Cocaine Bear screenwriter Jimmy Warden can’t believe the bonkers film got made, let alone that people are asking him about potential sequels. The seed of the idea was planted when Warden heard about the real-life story concerning a bear consuming cocaine. Sadly, the animal simply overdosed on the copious amounts of coke it discovered via a botched drug run.
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However, Warden didn’t want to do a straight adaptation of the source material. Instead, he penned something of an animal lover’s revenge tale. The script was “my twisted fantasy of what I wish actually happened after the bear did all that cocaine,” he told Variety.
When Warden first sent his script to Lord Miller, the production company created by filmmakers Phil Lord and Christopher Miller, he hadn’t anticipated that it would ever make its way onto movie screens. This was where he’d begun his Hollywood career as a PA on their live-action debut feature film 21 Jump Street. Despite the fact that they are renowned for making movies – such as The LEGO Movie which defy conventions in an enjoyable manner; Warden wasn’t banking on any success with his project.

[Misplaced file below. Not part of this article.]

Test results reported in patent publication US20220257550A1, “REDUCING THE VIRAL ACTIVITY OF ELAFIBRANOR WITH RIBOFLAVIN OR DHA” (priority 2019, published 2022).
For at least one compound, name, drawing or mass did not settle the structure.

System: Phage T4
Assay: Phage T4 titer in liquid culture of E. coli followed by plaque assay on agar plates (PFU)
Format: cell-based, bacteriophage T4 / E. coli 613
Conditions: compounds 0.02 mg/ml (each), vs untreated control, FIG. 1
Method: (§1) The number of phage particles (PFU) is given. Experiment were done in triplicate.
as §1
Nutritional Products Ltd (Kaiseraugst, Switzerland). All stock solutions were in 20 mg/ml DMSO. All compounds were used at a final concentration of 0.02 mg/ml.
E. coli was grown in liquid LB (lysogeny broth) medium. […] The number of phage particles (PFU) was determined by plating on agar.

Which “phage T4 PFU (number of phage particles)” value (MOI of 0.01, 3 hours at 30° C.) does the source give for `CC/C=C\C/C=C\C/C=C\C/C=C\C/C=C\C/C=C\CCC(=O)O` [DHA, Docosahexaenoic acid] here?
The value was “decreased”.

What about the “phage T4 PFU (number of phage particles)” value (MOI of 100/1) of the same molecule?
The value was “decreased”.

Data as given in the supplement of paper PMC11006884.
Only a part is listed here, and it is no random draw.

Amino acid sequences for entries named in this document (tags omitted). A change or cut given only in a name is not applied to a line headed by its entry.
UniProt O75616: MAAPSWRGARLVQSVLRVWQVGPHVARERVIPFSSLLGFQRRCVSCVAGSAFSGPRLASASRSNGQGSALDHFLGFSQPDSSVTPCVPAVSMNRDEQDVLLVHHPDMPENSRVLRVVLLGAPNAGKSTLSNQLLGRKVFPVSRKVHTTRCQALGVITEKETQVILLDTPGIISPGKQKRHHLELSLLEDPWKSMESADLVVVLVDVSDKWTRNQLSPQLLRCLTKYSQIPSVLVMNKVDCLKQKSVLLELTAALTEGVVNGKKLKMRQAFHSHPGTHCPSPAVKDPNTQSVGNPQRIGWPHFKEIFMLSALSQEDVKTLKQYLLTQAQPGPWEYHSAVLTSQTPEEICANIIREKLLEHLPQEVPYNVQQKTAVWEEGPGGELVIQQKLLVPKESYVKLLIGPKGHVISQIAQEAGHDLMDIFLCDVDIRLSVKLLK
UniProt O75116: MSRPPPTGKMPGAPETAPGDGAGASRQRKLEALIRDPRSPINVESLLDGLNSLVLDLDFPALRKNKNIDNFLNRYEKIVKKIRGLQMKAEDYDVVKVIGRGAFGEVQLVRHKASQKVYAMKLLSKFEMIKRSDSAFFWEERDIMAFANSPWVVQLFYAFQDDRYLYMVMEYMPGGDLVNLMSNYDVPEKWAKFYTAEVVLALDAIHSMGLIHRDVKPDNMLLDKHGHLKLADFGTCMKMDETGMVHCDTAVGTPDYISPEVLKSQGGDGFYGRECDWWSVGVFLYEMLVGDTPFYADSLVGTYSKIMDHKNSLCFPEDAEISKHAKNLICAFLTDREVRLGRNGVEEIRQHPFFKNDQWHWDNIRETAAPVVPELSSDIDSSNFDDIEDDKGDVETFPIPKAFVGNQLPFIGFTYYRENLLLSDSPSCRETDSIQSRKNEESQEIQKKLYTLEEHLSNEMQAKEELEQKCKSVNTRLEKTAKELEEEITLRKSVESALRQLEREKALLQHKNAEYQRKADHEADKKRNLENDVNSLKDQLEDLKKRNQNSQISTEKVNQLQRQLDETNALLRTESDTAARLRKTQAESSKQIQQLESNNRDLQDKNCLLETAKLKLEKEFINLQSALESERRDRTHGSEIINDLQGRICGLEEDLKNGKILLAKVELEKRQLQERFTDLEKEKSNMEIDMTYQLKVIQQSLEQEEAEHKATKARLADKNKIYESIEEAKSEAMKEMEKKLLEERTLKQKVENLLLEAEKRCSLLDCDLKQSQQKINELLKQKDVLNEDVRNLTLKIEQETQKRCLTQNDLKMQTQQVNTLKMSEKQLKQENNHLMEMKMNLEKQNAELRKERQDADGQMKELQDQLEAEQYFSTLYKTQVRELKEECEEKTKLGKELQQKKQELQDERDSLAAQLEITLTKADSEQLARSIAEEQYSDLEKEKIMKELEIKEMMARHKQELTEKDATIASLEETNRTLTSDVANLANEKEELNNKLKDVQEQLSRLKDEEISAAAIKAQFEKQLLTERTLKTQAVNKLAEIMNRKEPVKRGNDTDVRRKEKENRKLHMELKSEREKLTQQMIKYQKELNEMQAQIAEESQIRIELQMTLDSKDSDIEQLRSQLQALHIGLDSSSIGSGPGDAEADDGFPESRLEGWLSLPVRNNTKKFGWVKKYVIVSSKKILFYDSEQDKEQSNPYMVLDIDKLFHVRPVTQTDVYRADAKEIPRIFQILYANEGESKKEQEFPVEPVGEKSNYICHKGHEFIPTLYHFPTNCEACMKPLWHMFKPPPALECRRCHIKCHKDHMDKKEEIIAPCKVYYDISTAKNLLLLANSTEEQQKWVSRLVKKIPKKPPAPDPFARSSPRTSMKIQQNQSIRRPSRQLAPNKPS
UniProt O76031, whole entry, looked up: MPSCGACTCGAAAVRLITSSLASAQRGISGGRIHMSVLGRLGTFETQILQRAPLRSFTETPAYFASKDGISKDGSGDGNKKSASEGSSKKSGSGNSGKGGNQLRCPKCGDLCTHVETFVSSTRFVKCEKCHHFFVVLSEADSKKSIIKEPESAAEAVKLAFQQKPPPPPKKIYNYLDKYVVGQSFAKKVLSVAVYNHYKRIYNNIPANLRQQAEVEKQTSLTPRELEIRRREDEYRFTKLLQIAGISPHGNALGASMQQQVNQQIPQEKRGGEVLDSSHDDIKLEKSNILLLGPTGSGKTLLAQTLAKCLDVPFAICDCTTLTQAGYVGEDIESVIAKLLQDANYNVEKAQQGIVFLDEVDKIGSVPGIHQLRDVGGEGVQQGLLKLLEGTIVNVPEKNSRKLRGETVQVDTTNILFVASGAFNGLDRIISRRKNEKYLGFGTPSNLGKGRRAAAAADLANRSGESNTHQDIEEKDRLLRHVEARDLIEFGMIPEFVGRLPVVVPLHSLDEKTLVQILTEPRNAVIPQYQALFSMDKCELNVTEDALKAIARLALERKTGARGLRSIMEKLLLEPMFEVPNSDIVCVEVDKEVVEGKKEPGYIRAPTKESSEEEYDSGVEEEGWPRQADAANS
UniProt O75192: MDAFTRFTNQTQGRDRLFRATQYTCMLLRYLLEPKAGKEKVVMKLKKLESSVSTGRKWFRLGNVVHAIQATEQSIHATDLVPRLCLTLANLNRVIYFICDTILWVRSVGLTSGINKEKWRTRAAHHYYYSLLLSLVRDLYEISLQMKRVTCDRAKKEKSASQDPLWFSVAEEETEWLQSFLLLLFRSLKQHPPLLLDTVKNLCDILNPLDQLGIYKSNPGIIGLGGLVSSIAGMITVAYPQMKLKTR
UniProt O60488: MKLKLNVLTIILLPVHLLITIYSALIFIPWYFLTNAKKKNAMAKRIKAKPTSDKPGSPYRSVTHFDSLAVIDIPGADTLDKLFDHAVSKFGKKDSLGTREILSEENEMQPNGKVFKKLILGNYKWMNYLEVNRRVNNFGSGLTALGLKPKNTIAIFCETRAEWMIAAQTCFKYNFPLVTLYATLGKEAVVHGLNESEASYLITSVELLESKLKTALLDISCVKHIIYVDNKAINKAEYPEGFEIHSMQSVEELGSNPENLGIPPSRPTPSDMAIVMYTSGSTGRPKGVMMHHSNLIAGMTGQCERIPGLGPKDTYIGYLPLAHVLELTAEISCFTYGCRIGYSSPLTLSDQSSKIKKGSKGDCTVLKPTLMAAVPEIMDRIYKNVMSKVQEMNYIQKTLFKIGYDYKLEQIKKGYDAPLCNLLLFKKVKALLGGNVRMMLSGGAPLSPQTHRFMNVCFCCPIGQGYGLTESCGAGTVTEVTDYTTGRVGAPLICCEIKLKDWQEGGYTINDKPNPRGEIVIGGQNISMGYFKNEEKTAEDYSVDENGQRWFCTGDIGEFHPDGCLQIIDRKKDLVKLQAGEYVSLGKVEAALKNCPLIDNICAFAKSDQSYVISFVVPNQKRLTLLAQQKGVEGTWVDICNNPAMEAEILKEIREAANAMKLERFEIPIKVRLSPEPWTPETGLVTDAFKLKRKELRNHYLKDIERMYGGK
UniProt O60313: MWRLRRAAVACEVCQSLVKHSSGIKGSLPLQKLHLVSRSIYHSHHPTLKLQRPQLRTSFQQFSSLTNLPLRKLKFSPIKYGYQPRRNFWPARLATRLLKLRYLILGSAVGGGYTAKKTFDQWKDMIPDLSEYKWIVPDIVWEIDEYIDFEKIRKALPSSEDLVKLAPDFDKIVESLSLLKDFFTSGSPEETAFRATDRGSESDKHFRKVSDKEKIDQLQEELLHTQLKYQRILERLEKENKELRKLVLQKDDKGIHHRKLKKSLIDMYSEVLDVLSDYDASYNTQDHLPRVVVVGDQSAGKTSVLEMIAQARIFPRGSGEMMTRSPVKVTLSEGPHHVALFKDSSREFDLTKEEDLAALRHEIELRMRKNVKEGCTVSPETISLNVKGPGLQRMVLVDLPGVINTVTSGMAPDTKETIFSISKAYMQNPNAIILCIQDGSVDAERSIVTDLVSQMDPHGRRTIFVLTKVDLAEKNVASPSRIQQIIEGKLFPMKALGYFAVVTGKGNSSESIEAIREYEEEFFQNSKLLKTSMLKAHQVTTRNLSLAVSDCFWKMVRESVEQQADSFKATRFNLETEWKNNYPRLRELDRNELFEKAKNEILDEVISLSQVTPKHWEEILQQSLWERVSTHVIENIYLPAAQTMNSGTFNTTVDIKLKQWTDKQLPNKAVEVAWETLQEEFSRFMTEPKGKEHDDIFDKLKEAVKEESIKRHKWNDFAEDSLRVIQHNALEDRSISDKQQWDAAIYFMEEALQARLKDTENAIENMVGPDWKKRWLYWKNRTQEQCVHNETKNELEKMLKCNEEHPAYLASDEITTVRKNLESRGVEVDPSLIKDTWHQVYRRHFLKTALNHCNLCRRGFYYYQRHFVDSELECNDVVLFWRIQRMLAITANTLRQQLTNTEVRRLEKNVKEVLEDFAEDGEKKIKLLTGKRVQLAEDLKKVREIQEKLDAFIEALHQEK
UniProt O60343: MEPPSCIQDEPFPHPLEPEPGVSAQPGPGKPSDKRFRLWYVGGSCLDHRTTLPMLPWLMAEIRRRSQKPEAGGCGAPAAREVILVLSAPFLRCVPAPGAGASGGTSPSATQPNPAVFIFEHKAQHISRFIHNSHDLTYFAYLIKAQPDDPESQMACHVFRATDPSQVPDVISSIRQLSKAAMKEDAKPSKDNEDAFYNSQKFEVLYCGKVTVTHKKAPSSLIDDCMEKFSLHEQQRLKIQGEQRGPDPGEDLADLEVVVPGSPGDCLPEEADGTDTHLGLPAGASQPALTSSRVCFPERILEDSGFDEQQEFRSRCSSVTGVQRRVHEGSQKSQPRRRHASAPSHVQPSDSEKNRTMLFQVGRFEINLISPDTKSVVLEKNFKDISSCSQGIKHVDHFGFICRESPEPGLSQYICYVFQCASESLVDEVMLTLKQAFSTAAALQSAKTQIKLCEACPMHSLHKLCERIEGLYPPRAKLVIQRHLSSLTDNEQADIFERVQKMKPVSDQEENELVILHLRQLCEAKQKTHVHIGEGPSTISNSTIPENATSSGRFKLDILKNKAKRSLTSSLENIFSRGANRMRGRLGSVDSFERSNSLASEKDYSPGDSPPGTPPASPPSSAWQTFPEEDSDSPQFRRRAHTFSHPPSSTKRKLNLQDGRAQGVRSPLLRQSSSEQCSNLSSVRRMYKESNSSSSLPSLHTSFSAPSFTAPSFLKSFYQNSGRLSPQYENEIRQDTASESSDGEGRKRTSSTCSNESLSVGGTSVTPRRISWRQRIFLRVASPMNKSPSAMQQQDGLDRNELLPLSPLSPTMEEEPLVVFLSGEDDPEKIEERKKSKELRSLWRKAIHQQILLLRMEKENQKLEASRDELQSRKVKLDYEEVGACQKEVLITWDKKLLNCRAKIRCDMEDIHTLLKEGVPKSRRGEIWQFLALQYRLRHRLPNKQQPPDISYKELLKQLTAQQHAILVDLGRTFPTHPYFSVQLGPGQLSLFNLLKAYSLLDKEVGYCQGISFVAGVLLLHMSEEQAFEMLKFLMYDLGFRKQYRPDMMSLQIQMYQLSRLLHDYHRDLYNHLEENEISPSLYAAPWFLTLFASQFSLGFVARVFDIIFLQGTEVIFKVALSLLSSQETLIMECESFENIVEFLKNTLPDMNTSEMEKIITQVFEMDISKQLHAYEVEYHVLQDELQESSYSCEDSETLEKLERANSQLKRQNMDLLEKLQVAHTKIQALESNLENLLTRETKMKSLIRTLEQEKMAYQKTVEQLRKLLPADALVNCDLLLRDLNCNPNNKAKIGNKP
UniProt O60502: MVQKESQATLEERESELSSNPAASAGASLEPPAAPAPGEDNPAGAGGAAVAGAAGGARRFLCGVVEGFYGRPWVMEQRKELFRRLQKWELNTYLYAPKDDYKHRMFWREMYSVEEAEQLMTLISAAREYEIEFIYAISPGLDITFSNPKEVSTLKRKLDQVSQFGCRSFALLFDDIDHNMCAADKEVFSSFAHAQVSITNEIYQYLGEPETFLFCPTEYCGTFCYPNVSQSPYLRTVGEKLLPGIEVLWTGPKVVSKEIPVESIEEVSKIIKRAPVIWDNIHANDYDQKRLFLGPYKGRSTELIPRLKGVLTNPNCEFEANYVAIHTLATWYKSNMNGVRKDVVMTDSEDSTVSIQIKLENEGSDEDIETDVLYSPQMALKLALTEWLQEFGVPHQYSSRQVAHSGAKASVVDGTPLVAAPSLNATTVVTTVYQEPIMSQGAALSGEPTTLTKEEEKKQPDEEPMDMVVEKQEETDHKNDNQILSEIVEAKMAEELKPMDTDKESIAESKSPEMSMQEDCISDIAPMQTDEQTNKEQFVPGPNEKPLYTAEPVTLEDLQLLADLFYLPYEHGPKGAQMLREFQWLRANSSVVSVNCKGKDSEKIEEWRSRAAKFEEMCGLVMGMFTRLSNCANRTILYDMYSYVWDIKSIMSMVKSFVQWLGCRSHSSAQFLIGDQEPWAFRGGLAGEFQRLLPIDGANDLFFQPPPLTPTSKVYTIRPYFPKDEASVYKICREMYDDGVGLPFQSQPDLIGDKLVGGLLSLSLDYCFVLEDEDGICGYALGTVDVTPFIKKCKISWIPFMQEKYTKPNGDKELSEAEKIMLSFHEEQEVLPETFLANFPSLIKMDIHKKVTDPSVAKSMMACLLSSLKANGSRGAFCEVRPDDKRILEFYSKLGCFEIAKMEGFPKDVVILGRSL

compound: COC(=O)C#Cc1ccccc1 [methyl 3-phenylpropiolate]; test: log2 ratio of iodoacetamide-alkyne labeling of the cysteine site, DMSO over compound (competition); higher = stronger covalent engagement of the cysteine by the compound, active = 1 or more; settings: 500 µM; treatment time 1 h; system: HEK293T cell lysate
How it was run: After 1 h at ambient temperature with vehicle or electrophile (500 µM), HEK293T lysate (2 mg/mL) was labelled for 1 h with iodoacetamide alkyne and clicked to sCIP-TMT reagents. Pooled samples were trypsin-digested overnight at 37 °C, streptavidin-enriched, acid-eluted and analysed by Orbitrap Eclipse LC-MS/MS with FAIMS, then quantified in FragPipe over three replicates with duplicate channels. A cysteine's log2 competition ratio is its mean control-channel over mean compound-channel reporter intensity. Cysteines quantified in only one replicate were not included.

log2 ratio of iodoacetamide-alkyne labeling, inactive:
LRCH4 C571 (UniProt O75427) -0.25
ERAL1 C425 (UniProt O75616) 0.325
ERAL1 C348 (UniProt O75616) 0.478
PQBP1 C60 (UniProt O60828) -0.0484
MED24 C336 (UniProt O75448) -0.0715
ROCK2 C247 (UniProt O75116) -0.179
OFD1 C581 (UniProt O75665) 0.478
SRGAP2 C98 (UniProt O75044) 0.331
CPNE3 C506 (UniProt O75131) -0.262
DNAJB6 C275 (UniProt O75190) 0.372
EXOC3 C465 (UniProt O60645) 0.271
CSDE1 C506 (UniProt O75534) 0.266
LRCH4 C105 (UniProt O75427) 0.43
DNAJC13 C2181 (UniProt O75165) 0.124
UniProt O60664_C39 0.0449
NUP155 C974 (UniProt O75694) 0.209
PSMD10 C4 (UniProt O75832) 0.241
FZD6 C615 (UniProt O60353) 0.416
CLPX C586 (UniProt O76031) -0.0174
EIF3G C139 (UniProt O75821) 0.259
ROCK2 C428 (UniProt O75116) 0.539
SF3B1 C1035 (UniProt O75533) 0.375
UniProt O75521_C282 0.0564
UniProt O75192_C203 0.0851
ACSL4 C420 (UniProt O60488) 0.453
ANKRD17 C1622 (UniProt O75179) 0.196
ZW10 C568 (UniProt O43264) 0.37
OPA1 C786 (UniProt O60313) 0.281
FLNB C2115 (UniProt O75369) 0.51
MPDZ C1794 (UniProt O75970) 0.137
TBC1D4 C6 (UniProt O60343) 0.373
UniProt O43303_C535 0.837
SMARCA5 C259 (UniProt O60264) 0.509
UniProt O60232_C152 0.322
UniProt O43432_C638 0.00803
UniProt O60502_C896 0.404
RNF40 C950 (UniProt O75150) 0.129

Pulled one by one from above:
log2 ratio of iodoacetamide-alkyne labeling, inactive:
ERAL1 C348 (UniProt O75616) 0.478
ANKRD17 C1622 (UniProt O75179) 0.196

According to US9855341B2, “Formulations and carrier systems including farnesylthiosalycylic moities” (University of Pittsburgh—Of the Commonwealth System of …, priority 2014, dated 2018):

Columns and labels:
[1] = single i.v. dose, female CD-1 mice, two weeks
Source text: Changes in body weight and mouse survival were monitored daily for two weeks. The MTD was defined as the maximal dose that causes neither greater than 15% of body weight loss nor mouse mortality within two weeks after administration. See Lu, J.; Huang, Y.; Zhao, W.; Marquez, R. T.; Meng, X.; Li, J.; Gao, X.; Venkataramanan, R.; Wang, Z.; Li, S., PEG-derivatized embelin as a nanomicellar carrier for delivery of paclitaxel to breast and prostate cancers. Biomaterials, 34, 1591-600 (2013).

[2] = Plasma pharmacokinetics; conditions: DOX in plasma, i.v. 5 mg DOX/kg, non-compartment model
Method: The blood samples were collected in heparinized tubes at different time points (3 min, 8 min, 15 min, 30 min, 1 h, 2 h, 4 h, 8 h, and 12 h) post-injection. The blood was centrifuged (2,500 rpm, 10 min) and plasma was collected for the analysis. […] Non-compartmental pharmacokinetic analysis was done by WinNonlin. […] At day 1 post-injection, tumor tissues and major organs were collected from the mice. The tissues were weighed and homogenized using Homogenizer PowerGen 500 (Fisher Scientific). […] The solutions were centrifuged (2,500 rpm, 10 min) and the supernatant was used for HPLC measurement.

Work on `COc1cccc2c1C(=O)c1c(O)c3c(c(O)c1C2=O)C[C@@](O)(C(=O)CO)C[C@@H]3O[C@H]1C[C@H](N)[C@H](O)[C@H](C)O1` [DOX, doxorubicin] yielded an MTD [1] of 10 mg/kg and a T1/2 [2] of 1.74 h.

Most of the ‘Cocaine Bear’ budget went to special effects
Universal decided to divert their $35 million budget into Cocaine Bear, a photo-realistic, drug-addicted black bear crafted by Weta FX. At 33 years old, Warden has already directed his first indie thriller movie – Borderline starring Samara Weaving (his wife). The screenwriter revealed that the script was first intended as a calling card.
“I never thought anybody was going to make this movie,” Warden explained. “When you have a script, you want to do anything to get people to read it. So there was never any question in my mind that the movie would be called Cocaine Bear.” However, he thought eventually the studio might chicken out on the bold title.” I think that if you asked me back then I would have been like, if it ever gets made, I assume people are probably going to want to change the name. But Universal never did.”
Warden, who grew up on 80s splatter horror, purposely swung for the fences when it came to over-the-top violence in Cocaine Bear. “I made it overly violent on purpose,” he said. “At a certain point you cross the line and [screen violence] becomes so messed up that you can’t help but laugh.
However, Warden doesn’t believe that the violence will turn off audiences. It’s not the fringe, pit-of-your-stomach sort of violence; it becomes its own genre in a certain way. This is certainly not the first movie to do that. But I think that [director Elizabeth Banks] executed in a way that this movie definitely crosses the line in terms of gore, but I don’t think it really alienates the audience.”
Cocaine Bear rampages through theaters on February 24th.